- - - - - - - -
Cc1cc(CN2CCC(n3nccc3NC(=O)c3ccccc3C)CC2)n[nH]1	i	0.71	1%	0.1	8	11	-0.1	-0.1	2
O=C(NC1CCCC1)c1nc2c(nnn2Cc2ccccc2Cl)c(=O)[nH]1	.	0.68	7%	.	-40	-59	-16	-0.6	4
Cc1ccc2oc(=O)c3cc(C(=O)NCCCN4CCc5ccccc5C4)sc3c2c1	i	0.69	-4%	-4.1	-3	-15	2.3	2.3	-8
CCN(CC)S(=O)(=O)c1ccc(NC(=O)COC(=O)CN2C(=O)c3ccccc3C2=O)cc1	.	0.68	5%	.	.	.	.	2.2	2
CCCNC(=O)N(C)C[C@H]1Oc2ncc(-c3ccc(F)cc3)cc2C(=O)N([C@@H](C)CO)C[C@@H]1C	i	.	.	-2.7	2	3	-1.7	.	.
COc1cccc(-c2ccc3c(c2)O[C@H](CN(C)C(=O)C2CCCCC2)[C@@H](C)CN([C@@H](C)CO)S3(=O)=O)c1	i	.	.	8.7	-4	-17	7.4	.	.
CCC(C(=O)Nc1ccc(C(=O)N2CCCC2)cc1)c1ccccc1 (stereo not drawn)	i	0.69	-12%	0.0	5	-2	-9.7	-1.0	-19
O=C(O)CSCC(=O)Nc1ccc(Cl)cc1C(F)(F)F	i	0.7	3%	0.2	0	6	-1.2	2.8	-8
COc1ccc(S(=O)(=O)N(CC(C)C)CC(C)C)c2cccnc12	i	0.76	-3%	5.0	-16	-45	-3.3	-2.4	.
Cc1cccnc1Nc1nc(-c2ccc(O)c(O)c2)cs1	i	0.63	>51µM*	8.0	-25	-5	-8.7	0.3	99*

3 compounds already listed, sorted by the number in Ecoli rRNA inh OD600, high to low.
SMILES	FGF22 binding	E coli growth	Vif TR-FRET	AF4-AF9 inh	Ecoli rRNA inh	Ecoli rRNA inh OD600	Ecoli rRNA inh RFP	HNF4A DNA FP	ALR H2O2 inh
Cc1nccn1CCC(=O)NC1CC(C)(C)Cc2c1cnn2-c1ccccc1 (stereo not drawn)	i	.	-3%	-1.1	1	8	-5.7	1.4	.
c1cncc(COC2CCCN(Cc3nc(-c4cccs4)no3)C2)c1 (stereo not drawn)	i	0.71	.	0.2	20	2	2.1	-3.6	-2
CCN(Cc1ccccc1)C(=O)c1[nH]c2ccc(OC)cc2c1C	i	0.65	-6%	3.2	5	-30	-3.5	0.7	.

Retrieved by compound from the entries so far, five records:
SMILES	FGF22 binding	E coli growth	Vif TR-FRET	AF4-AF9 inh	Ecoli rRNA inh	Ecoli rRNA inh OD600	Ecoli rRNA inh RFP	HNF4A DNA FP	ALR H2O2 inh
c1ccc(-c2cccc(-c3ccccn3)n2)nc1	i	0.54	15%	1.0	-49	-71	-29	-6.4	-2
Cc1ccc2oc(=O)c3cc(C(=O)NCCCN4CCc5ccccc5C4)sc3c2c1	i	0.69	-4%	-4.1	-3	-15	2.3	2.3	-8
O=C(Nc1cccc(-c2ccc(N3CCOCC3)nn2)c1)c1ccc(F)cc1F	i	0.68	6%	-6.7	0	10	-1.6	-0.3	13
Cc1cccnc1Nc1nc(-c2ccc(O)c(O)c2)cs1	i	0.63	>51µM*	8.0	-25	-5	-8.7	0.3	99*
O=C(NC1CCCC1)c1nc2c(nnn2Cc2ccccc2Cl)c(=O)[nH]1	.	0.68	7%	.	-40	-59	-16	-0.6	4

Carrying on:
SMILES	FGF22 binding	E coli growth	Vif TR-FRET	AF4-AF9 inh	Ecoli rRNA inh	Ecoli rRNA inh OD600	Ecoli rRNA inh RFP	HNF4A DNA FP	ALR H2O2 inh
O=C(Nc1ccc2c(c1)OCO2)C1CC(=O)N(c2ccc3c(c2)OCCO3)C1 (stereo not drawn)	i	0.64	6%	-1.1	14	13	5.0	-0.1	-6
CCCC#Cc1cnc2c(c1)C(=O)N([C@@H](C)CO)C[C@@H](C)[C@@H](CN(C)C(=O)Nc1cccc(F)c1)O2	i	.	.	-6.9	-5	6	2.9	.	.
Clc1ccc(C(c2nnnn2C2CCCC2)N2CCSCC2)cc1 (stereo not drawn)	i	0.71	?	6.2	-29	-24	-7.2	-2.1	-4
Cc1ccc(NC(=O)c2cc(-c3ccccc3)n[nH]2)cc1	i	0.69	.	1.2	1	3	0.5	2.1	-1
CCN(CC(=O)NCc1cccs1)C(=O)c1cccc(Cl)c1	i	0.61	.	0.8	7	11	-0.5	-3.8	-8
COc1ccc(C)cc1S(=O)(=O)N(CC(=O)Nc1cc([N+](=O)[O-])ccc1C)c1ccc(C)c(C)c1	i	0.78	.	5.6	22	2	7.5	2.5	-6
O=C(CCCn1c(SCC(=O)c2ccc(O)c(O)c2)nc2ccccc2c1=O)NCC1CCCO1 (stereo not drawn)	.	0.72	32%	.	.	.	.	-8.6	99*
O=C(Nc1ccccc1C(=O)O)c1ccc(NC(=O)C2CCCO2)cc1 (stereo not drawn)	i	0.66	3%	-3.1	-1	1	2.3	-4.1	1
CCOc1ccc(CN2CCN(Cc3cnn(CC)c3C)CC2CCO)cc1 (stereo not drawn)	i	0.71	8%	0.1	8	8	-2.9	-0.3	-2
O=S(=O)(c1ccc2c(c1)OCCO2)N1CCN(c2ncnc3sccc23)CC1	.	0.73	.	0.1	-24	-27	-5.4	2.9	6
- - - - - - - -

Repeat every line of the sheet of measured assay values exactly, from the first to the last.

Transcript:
Cc1cc(CN2CCC(n3nccc3NC(=O)c3ccccc3C)CC2)n[nH]1	i	0.71	1%	0.1	8	11	-0.1	-0.1	2
O=C(NC1CCCC1)c1nc2c(nnn2Cc2ccccc2Cl)c(=O)[nH]1	.	0.68	7%	.	-40	-59	-16	-0.6	4
Cc1ccc2oc(=O)c3cc(C(=O)NCCCN4CCc5ccccc5C4)sc3c2c1	i	0.69	-4%	-4.1	-3	-15	2.3	2.3	-8
CCN(CC)S(=O)(=O)c1ccc(NC(=O)COC(=O)CN2C(=O)c3ccccc3C2=O)cc1	.	0.68	5%	.	.	.	.	2.2	2
CCCNC(=O)N(C)C[C@H]1Oc2ncc(-c3ccc(F)cc3)cc2C(=O)N([C@@H](C)CO)C[C@@H]1C	i	.	.	-2.7	2	3	-1.7	.	.
COc1cccc(-c2ccc3c(c2)O[C@H](CN(C)C(=O)C2CCCCC2)[C@@H](C)CN([C@@H](C)CO)S3(=O)=O)c1	i	.	.	8.7	-4	-17	7.4	.	.
CCC(C(=O)Nc1ccc(C(=O)N2CCCC2)cc1)c1ccccc1 (stereo not drawn)	i	0.69	-12%	0.0	5	-2	-9.7	-1.0	-19
O=C(O)CSCC(=O)Nc1ccc(Cl)cc1C(F)(F)F	i	0.7	3%	0.2	0	6	-1.2	2.8	-8
COc1ccc(S(=O)(=O)N(CC(C)C)CC(C)C)c2cccnc12	i	0.76	-3%	5.0	-16	-45	-3.3	-2.4	.
Cc1cccnc1Nc1nc(-c2ccc(O)c(O)c2)cs1	i	0.63	>51µM*	8.0	-25	-5	-8.7	0.3	99*

3 compounds already listed, sorted by the number in Ecoli rRNA inh OD600, high to low.
SMILES	FGF22 binding	E coli growth	Vif TR-FRET	AF4-AF9 inh	Ecoli rRNA inh	Ecoli rRNA inh OD600	Ecoli rRNA inh RFP	HNF4A DNA FP	ALR H2O2 inh
Cc1nccn1CCC(=O)NC1CC(C)(C)Cc2c1cnn2-c1ccccc1 (stereo not drawn)	i	.	-3%	-1.1	1	8	-5.7	1.4	.
c1cncc(COC2CCCN(Cc3nc(-c4cccs4)no3)C2)c1 (stereo not drawn)	i	0.71	.	0.2	20	2	2.1	-3.6	-2
CCN(Cc1ccccc1)C(=O)c1[nH]c2ccc(OC)cc2c1C	i	0.65	-6%	3.2	5	-30	-3.5	0.7	.

Retrieved by compound from the entries so far, five records:
SMILES	FGF22 binding	E coli growth	Vif TR-FRET	AF4-AF9 inh	Ecoli rRNA inh	Ecoli rRNA inh OD600	Ecoli rRNA inh RFP	HNF4A DNA FP	ALR H2O2 inh
c1ccc(-c2cccc(-c3ccccn3)n2)nc1	i	0.54	15%	1.0	-49	-71	-29	-6.4	-2
Cc1ccc2oc(=O)c3cc(C(=O)NCCCN4CCc5ccccc5C4)sc3c2c1	i	0.69	-4%	-4.1	-3	-15	2.3	2.3	-8
O=C(Nc1cccc(-c2ccc(N3CCOCC3)nn2)c1)c1ccc(F)cc1F	i	0.68	6%	-6.7	0	10	-1.6	-0.3	13
Cc1cccnc1Nc1nc(-c2ccc(O)c(O)c2)cs1	i	0.63	>51µM*	8.0	-25	-5	-8.7	0.3	99*
O=C(NC1CCCC1)c1nc2c(nnn2Cc2ccccc2Cl)c(=O)[nH]1	.	0.68	7%	.	-40	-59	-16	-0.6	4

Carrying on:
SMILES	FGF22 binding	E coli growth	Vif TR-FRET	AF4-AF9 inh	Ecoli rRNA inh	Ecoli rRNA inh OD600	Ecoli rRNA inh RFP	HNF4A DNA FP	ALR H2O2 inh
O=C(Nc1ccc2c(c1)OCO2)C1CC(=O)N(c2ccc3c(c2)OCCO3)C1 (stereo not drawn)	i	0.64	6%	-1.1	14	13	5.0	-0.1	-6
CCCC#Cc1cnc2c(c1)C(=O)N([C@@H](C)CO)C[C@@H](C)[C@@H](CN(C)C(=O)Nc1cccc(F)c1)O2	i	.	.	-6.9	-5	6	2.9	.	.
Clc1ccc(C(c2nnnn2C2CCCC2)N2CCSCC2)cc1 (stereo not drawn)	i	0.71	?	6.2	-29	-24	-7.2	-2.1	-4
Cc1ccc(NC(=O)c2cc(-c3ccccc3)n[nH]2)cc1	i	0.69	.	1.2	1	3	0.5	2.1	-1
CCN(CC(=O)NCc1cccs1)C(=O)c1cccc(Cl)c1	i	0.61	.	0.8	7	11	-0.5	-3.8	-8
COc1ccc(C)cc1S(=O)(=O)N(CC(=O)Nc1cc([N+](=O)[O-])ccc1C)c1ccc(C)c(C)c1	i	0.78	.	5.6	22	2	7.5	2.5	-6
O=C(CCCn1c(SCC(=O)c2ccc(O)c(O)c2)nc2ccccc2c1=O)NCC1CCCO1 (stereo not drawn)	.	0.72	32%	.	.	.	.	-8.6	99*
O=C(Nc1ccccc1C(=O)O)c1ccc(NC(=O)C2CCCO2)cc1 (stereo not drawn)	i	0.66	3%	-3.1	-1	1	2.3	-4.1	1
CCOc1ccc(CN2CCN(Cc3cnn(CC)c3C)CC2CCO)cc1 (stereo not drawn)	i	0.71	8%	0.1	8	8	-2.9	-0.3	-2
O=S(=O)(c1ccc2c(c1)OCCO2)N1CCN(c2ncnc3sccc23)CC1	.	0.73	.	0.1	-24	-27	-5.4	2.9	6